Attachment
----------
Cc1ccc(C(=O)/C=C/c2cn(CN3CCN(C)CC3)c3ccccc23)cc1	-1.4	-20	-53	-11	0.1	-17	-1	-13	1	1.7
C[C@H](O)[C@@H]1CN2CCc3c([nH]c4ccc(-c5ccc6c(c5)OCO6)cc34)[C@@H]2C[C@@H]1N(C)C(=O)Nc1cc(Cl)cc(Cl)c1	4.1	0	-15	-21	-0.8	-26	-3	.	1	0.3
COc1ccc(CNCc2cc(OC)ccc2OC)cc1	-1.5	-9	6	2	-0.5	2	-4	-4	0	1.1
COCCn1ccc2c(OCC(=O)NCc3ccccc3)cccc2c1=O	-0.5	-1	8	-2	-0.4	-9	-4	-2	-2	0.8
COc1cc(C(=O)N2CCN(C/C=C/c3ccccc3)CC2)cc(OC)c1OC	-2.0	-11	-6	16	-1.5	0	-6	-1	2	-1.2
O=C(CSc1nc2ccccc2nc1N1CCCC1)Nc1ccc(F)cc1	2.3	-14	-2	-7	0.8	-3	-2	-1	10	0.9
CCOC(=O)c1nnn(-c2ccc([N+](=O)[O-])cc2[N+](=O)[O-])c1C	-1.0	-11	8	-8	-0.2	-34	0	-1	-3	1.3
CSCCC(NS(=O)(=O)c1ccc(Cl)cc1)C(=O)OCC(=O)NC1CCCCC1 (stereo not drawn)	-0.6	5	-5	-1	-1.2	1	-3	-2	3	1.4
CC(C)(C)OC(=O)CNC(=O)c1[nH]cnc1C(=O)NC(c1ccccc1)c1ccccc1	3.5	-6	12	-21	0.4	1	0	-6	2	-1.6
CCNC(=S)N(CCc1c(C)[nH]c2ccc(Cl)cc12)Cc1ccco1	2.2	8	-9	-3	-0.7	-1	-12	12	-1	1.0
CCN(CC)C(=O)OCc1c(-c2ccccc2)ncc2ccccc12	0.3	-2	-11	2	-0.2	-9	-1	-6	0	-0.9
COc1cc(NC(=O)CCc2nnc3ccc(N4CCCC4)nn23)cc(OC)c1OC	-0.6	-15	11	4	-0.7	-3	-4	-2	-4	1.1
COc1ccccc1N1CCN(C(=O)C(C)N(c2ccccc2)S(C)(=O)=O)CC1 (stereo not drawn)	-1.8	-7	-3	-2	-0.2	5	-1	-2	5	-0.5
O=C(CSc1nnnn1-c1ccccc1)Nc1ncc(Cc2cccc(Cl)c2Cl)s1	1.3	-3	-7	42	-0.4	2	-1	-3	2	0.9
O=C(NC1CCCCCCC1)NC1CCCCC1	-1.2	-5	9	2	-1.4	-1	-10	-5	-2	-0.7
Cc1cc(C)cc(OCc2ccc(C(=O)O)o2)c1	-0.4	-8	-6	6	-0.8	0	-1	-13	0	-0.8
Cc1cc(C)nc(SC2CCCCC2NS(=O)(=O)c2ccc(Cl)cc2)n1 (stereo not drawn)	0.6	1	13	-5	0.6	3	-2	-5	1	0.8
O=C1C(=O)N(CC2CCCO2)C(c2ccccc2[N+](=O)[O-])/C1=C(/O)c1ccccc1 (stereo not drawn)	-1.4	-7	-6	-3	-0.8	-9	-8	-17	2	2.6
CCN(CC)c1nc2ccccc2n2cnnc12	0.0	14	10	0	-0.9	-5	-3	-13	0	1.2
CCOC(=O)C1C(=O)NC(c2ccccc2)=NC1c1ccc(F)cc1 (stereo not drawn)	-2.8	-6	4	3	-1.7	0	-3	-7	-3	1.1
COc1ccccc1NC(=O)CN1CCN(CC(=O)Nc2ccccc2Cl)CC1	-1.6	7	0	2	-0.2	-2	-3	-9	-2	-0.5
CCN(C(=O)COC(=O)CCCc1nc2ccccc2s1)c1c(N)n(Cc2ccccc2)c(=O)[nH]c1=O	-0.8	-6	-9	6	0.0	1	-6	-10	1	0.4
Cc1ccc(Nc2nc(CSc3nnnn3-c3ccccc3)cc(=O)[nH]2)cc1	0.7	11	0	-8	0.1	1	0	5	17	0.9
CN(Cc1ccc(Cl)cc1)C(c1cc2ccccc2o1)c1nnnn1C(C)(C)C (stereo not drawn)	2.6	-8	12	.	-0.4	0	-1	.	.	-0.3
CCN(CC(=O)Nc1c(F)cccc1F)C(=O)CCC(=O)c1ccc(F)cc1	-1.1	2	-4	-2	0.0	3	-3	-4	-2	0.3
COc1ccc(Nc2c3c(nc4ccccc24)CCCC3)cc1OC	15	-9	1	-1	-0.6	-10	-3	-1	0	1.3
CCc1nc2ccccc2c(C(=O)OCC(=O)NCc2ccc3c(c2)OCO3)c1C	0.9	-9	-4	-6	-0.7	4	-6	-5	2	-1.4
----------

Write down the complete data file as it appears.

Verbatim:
Cc1ccc(C(=O)/C=C/c2cn(CN3CCN(C)CC3)c3ccccc23)cc1	-1.4	-20	-53	-11	0.1	-17	-1	-13	1	1.7
C[C@H](O)[C@@H]1CN2CCc3c([nH]c4ccc(-c5ccc6c(c5)OCO6)cc34)[C@@H]2C[C@@H]1N(C)C(=O)Nc1cc(Cl)cc(Cl)c1	4.1	0	-15	-21	-0.8	-26	-3	.	1	0.3
COc1ccc(CNCc2cc(OC)ccc2OC)cc1	-1.5	-9	6	2	-0.5	2	-4	-4	0	1.1
COCCn1ccc2c(OCC(=O)NCc3ccccc3)cccc2c1=O	-0.5	-1	8	-2	-0.4	-9	-4	-2	-2	0.8
COc1cc(C(=O)N2CCN(C/C=C/c3ccccc3)CC2)cc(OC)c1OC	-2.0	-11	-6	16	-1.5	0	-6	-1	2	-1.2
O=C(CSc1nc2ccccc2nc1N1CCCC1)Nc1ccc(F)cc1	2.3	-14	-2	-7	0.8	-3	-2	-1	10	0.9
CCOC(=O)c1nnn(-c2ccc([N+](=O)[O-])cc2[N+](=O)[O-])c1C	-1.0	-11	8	-8	-0.2	-34	0	-1	-3	1.3
CSCCC(NS(=O)(=O)c1ccc(Cl)cc1)C(=O)OCC(=O)NC1CCCCC1 (stereo not drawn)	-0.6	5	-5	-1	-1.2	1	-3	-2	3	1.4
CC(C)(C)OC(=O)CNC(=O)c1[nH]cnc1C(=O)NC(c1ccccc1)c1ccccc1	3.5	-6	12	-21	0.4	1	0	-6	2	-1.6
CCNC(=S)N(CCc1c(C)[nH]c2ccc(Cl)cc12)Cc1ccco1	2.2	8	-9	-3	-0.7	-1	-12	12	-1	1.0
CCN(CC)C(=O)OCc1c(-c2ccccc2)ncc2ccccc12	0.3	-2	-11	2	-0.2	-9	-1	-6	0	-0.9
COc1cc(NC(=O)CCc2nnc3ccc(N4CCCC4)nn23)cc(OC)c1OC	-0.6	-15	11	4	-0.7	-3	-4	-2	-4	1.1
COc1ccccc1N1CCN(C(=O)C(C)N(c2ccccc2)S(C)(=O)=O)CC1 (stereo not drawn)	-1.8	-7	-3	-2	-0.2	5	-1	-2	5	-0.5
O=C(CSc1nnnn1-c1ccccc1)Nc1ncc(Cc2cccc(Cl)c2Cl)s1	1.3	-3	-7	42	-0.4	2	-1	-3	2	0.9
O=C(NC1CCCCCCC1)NC1CCCCC1	-1.2	-5	9	2	-1.4	-1	-10	-5	-2	-0.7
Cc1cc(C)cc(OCc2ccc(C(=O)O)o2)c1	-0.4	-8	-6	6	-0.8	0	-1	-13	0	-0.8
Cc1cc(C)nc(SC2CCCCC2NS(=O)(=O)c2ccc(Cl)cc2)n1 (stereo not drawn)	0.6	1	13	-5	0.6	3	-2	-5	1	0.8
O=C1C(=O)N(CC2CCCO2)C(c2ccccc2[N+](=O)[O-])/C1=C(/O)c1ccccc1 (stereo not drawn)	-1.4	-7	-6	-3	-0.8	-9	-8	-17	2	2.6
CCN(CC)c1nc2ccccc2n2cnnc12	0.0	14	10	0	-0.9	-5	-3	-13	0	1.2
CCOC(=O)C1C(=O)NC(c2ccccc2)=NC1c1ccc(F)cc1 (stereo not drawn)	-2.8	-6	4	3	-1.7	0	-3	-7	-3	1.1
COc1ccccc1NC(=O)CN1CCN(CC(=O)Nc2ccccc2Cl)CC1	-1.6	7	0	2	-0.2	-2	-3	-9	-2	-0.5
CCN(C(=O)COC(=O)CCCc1nc2ccccc2s1)c1c(N)n(Cc2ccccc2)c(=O)[nH]c1=O	-0.8	-6	-9	6	0.0	1	-6	-10	1	0.4
Cc1ccc(Nc2nc(CSc3nnnn3-c3ccccc3)cc(=O)[nH]2)cc1	0.7	11	0	-8	0.1	1	0	5	17	0.9
CN(Cc1ccc(Cl)cc1)C(c1cc2ccccc2o1)c1nnnn1C(C)(C)C (stereo not drawn)	2.6	-8	12	.	-0.4	0	-1	.	.	-0.3
CCN(CC(=O)Nc1c(F)cccc1F)C(=O)CCC(=O)c1ccc(F)cc1	-1.1	2	-4	-2	0.0	3	-3	-4	-2	0.3
COc1ccc(Nc2c3c(nc4ccccc24)CCCC3)cc1OC	15	-9	1	-1	-0.6	-10	-3	-1	0	1.3
CCc1nc2ccccc2c(C(=O)OCC(=O)NCc2ccc3c(c2)OCO3)c1C	0.9	-9	-4	-6	-0.7	4	-6	-5	2	-1.4